This site is no longer active. For further information about current research in children's burns, please contact the following theme leads:

Clinical management: Dr Amber Young
Nursing research: Karen Coy
Psychosocial recovery and support: Prof Di Harcourt
Prevention: Prof Alison Kemp

Psychosocial adjustment and support

Theme lead: Professor Diana Harcourt

The psychosocial consequences of a burn injury can be substantial and ongoing. However, many children and young people and their families manage this difficult situation very well.

The psychosocial research being carried out within the Children’s Burns Research Centre is aiming to find out why some people adjust better than others, and which psychological factors make a difference to levels of distress.

The programme is exploring ways of improving psychological outcomes and the rehabilitation of those affected back into school and social networks.

The research is being supervised by psychologist Julia Cadogan at University Hospitals Bristol NHS Foundation Trust and the Centre for Appearance Research at the University of the West of England, Bristol.

Current research

Patient Reported Outcome Measures (PROMS)

An ongoing programme of work, building on systematic reviews and qualitative research conducted by the team, has developed 3 draft PROMs. We have completed data collection from over 700 adults, young people and parents of children affected by burn injuries in a multi-centred study of the draft PROMs in order to shorten them ahead of their use in burns services across the UK.

This project is funded by The Scar Free Foundation, The University of the West of England, Bristol and Restore.

The Psychological Effects of Burn Itch in Children Study

The primary aim of Julia Cadogan’s study is to explore the psychological effects of burn itch in children and their families who are undergoing treatment from the South West Children’s Burn Centre (SWCBC) outpatient service.

The secondary aim is to determine the ways in which burn itch affects children’s quality of life post injury and develop recommendations as to how the multi-disciplinary burn service may improve the care provided. These results will inform the development and subsequent review of patient information to improve families’ understanding of burn itch and how to support affected children. This review could be developed into a service evaluation project which would include assessing families understanding of burn itch before and after accessing the newly developed patient information.

This project is funded by The Scar Free Foundation.

Support for families affected by burn injuries

Jen Heath, a PhD student supervised by Diana Harcourt, Heidi Williamson and Lisa Williams (Chelsea & Westminster Burns Service) is exploring the current provision of support for parents of children affected by burn injuries through literature reviews, interviews and surveys, with the view to evaluating the feasibility of new interventions. Response to a call for participants has been very positive and, to date, Jen has interviewed 8 parents of children affected by burns.

This project is funded by The University of the West of England, Bristol.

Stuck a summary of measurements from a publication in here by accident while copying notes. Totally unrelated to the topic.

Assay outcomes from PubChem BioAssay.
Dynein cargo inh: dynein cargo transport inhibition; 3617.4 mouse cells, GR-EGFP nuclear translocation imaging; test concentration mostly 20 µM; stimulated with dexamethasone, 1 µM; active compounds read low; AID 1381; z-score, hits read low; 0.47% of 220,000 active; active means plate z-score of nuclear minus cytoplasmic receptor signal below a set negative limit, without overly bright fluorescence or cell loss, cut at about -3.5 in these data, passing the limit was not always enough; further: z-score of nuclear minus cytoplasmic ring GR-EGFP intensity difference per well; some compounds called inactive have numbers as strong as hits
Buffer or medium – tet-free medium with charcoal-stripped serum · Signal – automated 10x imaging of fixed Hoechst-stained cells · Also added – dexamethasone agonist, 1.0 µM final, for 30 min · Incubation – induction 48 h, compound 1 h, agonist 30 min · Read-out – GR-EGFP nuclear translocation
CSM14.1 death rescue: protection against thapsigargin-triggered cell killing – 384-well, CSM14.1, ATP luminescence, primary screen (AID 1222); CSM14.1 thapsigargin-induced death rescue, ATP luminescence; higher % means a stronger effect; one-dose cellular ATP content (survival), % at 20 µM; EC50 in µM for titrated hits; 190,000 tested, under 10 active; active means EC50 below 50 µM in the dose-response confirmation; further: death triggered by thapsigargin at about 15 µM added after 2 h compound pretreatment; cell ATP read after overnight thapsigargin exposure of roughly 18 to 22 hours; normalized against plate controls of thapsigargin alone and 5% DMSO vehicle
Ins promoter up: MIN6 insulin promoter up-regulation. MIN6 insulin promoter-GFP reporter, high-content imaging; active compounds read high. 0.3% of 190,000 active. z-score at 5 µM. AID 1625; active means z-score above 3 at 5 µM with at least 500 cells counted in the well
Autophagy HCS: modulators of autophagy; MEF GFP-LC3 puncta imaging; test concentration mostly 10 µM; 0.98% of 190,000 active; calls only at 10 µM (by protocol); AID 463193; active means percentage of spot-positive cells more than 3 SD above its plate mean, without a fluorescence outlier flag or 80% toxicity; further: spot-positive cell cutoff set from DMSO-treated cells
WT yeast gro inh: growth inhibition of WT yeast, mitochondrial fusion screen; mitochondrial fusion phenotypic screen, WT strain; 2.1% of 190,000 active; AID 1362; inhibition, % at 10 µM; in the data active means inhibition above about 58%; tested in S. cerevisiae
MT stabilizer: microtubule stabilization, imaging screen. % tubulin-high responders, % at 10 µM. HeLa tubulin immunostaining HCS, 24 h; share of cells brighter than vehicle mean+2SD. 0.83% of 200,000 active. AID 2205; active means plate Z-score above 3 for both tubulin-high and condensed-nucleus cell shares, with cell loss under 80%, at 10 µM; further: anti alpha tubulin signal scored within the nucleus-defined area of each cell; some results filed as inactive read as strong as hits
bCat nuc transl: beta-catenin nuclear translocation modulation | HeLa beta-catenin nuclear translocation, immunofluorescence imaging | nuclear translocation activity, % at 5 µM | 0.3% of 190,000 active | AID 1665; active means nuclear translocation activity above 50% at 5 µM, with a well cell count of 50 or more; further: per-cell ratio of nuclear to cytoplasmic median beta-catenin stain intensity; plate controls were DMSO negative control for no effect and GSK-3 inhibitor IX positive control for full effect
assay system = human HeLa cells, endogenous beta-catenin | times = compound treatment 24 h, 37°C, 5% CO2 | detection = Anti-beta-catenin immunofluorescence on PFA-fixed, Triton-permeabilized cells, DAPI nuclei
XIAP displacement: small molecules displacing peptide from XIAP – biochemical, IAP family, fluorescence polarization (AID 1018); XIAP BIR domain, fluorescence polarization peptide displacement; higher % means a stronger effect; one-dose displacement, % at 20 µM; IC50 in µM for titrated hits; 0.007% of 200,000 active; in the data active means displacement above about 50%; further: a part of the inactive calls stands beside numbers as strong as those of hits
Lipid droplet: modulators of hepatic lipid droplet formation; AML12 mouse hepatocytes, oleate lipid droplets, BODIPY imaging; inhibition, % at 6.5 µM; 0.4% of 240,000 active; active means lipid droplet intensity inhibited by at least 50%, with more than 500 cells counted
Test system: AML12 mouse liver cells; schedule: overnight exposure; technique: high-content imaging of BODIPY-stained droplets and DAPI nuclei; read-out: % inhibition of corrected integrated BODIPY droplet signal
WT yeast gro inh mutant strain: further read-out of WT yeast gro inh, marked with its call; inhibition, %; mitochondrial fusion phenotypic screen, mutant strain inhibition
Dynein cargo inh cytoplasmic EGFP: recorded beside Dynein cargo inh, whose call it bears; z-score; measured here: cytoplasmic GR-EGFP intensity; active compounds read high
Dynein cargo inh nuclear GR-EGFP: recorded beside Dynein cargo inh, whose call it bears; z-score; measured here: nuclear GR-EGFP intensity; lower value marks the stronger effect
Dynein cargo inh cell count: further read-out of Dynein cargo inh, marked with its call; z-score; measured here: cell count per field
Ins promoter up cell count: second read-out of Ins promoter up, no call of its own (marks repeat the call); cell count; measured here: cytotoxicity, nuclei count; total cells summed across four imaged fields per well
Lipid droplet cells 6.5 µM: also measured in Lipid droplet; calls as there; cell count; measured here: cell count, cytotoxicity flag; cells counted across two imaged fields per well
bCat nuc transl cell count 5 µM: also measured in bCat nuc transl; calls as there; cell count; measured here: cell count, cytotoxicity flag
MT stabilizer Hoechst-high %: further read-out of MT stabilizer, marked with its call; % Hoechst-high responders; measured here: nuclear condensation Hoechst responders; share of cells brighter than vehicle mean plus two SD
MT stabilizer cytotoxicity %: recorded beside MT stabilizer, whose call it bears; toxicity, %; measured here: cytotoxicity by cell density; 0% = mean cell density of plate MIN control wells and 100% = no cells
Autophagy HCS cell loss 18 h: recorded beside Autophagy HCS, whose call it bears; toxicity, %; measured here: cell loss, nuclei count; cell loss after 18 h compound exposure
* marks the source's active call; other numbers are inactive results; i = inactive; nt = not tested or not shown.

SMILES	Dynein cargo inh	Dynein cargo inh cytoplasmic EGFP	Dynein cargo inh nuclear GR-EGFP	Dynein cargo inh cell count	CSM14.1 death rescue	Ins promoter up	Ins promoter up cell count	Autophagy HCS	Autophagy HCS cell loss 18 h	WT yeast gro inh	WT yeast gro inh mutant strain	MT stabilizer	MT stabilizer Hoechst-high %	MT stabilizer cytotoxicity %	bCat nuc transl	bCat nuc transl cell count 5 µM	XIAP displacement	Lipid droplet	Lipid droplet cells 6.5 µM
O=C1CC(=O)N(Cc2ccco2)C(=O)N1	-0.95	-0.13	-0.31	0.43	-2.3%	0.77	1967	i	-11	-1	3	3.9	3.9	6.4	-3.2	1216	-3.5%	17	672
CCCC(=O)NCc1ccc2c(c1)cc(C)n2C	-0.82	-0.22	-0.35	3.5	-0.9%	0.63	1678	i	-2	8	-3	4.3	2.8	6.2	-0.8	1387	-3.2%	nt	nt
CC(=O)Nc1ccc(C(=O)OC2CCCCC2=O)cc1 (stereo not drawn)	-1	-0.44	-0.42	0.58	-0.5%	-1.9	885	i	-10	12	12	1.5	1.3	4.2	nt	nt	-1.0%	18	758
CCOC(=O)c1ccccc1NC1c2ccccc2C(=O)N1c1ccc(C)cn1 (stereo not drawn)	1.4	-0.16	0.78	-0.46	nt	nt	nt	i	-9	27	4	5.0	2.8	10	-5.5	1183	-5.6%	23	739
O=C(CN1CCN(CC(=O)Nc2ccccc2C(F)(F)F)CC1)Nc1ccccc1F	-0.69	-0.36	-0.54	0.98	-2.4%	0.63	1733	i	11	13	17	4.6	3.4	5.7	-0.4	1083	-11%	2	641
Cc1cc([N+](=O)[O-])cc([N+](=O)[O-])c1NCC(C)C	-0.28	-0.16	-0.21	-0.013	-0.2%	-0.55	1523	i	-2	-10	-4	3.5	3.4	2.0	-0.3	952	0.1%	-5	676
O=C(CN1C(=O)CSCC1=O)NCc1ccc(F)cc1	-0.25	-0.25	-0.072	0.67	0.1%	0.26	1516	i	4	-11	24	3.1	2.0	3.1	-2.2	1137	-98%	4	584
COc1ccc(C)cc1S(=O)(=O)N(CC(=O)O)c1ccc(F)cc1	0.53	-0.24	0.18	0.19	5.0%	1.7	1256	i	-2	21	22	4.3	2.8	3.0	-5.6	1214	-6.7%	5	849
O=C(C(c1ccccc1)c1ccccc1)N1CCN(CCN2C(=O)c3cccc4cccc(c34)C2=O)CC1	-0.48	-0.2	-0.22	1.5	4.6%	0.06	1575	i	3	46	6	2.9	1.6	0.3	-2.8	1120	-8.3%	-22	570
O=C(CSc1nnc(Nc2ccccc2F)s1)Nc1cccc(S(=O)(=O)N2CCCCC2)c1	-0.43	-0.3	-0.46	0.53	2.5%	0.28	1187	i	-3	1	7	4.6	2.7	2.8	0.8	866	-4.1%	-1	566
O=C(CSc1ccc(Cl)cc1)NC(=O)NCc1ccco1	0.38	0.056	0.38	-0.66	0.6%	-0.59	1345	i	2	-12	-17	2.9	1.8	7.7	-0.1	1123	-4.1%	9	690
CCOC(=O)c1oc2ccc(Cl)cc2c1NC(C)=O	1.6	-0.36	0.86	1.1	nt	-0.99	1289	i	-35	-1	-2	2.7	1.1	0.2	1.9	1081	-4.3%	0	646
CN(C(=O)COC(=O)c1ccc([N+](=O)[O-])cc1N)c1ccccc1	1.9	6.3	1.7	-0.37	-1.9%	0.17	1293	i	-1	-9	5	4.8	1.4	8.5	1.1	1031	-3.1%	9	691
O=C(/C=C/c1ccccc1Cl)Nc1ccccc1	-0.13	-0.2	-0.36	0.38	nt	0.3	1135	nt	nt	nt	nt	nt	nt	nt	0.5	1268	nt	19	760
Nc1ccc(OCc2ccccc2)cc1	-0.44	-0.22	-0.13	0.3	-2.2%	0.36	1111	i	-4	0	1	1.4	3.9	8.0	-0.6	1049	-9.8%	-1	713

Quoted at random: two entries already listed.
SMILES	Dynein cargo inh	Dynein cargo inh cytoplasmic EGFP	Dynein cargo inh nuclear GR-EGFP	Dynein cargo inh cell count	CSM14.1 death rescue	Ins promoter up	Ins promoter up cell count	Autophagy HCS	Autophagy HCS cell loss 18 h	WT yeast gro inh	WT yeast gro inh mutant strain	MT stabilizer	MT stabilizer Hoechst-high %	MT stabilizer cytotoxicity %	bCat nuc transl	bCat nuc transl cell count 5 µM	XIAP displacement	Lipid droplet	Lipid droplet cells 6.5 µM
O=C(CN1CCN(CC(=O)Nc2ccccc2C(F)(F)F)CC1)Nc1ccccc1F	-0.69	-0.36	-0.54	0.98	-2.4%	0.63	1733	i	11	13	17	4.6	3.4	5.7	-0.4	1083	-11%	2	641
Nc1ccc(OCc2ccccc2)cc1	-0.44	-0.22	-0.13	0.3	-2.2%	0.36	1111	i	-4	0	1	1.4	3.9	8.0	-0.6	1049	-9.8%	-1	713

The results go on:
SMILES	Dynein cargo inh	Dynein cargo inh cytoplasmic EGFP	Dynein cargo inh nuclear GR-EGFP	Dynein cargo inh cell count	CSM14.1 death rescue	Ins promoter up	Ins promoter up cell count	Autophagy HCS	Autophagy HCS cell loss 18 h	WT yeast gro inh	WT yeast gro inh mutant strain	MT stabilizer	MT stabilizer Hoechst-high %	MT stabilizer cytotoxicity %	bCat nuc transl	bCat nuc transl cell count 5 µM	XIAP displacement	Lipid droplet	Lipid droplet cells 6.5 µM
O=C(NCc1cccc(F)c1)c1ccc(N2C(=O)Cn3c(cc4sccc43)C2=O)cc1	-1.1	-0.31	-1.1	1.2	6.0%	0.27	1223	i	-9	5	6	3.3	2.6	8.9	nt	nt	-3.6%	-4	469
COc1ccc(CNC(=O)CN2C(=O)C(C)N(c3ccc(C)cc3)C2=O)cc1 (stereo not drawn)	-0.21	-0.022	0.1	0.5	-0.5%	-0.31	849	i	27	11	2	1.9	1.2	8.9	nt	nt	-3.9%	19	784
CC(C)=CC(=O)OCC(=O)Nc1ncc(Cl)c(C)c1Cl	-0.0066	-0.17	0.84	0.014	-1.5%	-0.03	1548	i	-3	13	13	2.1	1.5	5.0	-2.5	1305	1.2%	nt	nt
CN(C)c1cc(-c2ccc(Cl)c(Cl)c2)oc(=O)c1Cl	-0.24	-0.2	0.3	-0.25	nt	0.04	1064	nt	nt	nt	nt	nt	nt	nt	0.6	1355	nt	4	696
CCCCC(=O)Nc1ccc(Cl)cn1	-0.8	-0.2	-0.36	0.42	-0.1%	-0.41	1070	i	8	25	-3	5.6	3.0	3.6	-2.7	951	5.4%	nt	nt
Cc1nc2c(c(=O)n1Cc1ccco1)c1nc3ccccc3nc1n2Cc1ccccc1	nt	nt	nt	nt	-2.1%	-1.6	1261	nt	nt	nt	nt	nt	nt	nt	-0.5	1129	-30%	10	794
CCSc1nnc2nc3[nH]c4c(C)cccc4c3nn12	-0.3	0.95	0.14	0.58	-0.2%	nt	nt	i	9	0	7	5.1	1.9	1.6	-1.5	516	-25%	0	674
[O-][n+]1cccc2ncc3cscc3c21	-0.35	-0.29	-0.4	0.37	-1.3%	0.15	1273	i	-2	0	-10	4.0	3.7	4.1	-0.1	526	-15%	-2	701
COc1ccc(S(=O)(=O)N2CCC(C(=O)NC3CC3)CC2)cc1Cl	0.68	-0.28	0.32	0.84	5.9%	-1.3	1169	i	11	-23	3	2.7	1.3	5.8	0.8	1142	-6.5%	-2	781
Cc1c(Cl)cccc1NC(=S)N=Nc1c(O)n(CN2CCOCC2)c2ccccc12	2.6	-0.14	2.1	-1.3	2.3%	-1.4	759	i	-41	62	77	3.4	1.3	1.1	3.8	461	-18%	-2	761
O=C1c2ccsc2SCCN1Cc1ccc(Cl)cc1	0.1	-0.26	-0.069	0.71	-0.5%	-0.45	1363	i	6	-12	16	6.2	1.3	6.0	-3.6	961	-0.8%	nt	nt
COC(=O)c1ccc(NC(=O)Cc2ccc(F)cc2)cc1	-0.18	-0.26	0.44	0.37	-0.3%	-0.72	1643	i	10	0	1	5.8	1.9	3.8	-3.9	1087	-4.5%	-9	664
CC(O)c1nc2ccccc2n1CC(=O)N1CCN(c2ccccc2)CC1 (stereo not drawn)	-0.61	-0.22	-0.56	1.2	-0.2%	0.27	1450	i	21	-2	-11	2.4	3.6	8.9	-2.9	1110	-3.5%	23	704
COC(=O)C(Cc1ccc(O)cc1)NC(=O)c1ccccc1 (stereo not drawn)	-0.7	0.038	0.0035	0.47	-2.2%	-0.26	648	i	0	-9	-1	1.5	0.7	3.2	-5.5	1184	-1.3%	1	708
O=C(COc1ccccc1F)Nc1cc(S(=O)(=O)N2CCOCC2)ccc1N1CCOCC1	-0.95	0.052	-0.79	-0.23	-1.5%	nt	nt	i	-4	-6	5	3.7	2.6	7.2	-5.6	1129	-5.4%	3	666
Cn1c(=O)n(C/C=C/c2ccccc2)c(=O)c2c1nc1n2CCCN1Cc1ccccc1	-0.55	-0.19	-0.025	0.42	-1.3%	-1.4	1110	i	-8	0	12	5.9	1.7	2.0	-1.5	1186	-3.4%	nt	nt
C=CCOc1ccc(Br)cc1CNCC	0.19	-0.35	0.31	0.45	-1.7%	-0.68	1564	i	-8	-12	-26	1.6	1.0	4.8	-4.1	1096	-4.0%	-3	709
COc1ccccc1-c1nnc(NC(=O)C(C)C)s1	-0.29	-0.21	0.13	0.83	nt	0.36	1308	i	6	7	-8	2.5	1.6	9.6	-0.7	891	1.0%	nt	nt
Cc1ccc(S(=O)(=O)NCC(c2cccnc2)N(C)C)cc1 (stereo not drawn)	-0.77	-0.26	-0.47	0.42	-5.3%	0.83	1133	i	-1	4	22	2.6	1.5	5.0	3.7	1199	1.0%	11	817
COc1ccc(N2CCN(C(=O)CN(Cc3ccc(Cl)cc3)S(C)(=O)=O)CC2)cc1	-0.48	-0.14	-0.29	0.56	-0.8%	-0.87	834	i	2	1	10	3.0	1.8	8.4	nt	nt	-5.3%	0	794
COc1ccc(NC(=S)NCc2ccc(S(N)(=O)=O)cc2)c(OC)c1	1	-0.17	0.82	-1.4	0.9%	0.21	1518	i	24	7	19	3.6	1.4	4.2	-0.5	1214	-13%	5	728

There is a paucity of information about self-harm or acts of self-injurious behaviour in young people which result in burn injuries. This study is reviewing patient notes of children and young people presenting to Bristol Children’s Hospital emergency department, to ascertain the incidence of self-harm amongst young people presenting with burn injuries. The causes for these types of behaviours are complex and often associated with depression, anxiety, bullying, substance misuse, issues related to body image and concerns about intimacy (Garisch and Wilson, 2015) The majority of the research has focussed on adult self-injury in the area of burns with reported incidences of 25% (Malic et al.). Ultimately, the aspiration is to develop a more accurate profile of this population and then apply this information to the delivery of clinical services.

Recently completed projects

Psychosocial interventions to support young people affected by burn injuries

A series of studies have been completed by Laura Armstrong-James, PhD student supervised by Diana Harcourt, Nichola Rumsey, Julia Cadogan and Heidi Williamson. These included 2 studies of residential camps for young people and families affected by burns, a feasibility study of the use within secondary burns care services of an online psychosocial intervention for young people aged 12-17 years affected by a visible difference of any kind, and a qualitative study of clinical psychologists’ experiences of supporting young people and their families. The PhD thesis containing these studies will be submitted in December 2016.

This project is funded by The Scar Free Foundation.

Psychosocial support for people affected by burn injuries in the UK and US

This online survey (n = 166) compared the provision of psychosocial support within burns services in the UK and US and was published in the journal Burns (PI Diana Harcourt).

Parents' views on research

The first study in the psychosocial strand of research was conducted in the summer of 2012. It was conducted by Lauren Rockliffe, an MSc Health Psychology student from the University of Bath, while she was on a placement at CAR. The study explored parents’ views about research in this area and involved interviews with parents of young people who had previously had a burn injury.

The results relating to parents’ responses to being invited to take part in research, their experiences of doing so, their views on the support available for parents and children affected by burns, and any worries and concerns they had about research, are helping us to plan our future studies. We would like to thank the parents who took part and the Frenchay After Burns Club (FAB) who helped with the recruitment into this study.

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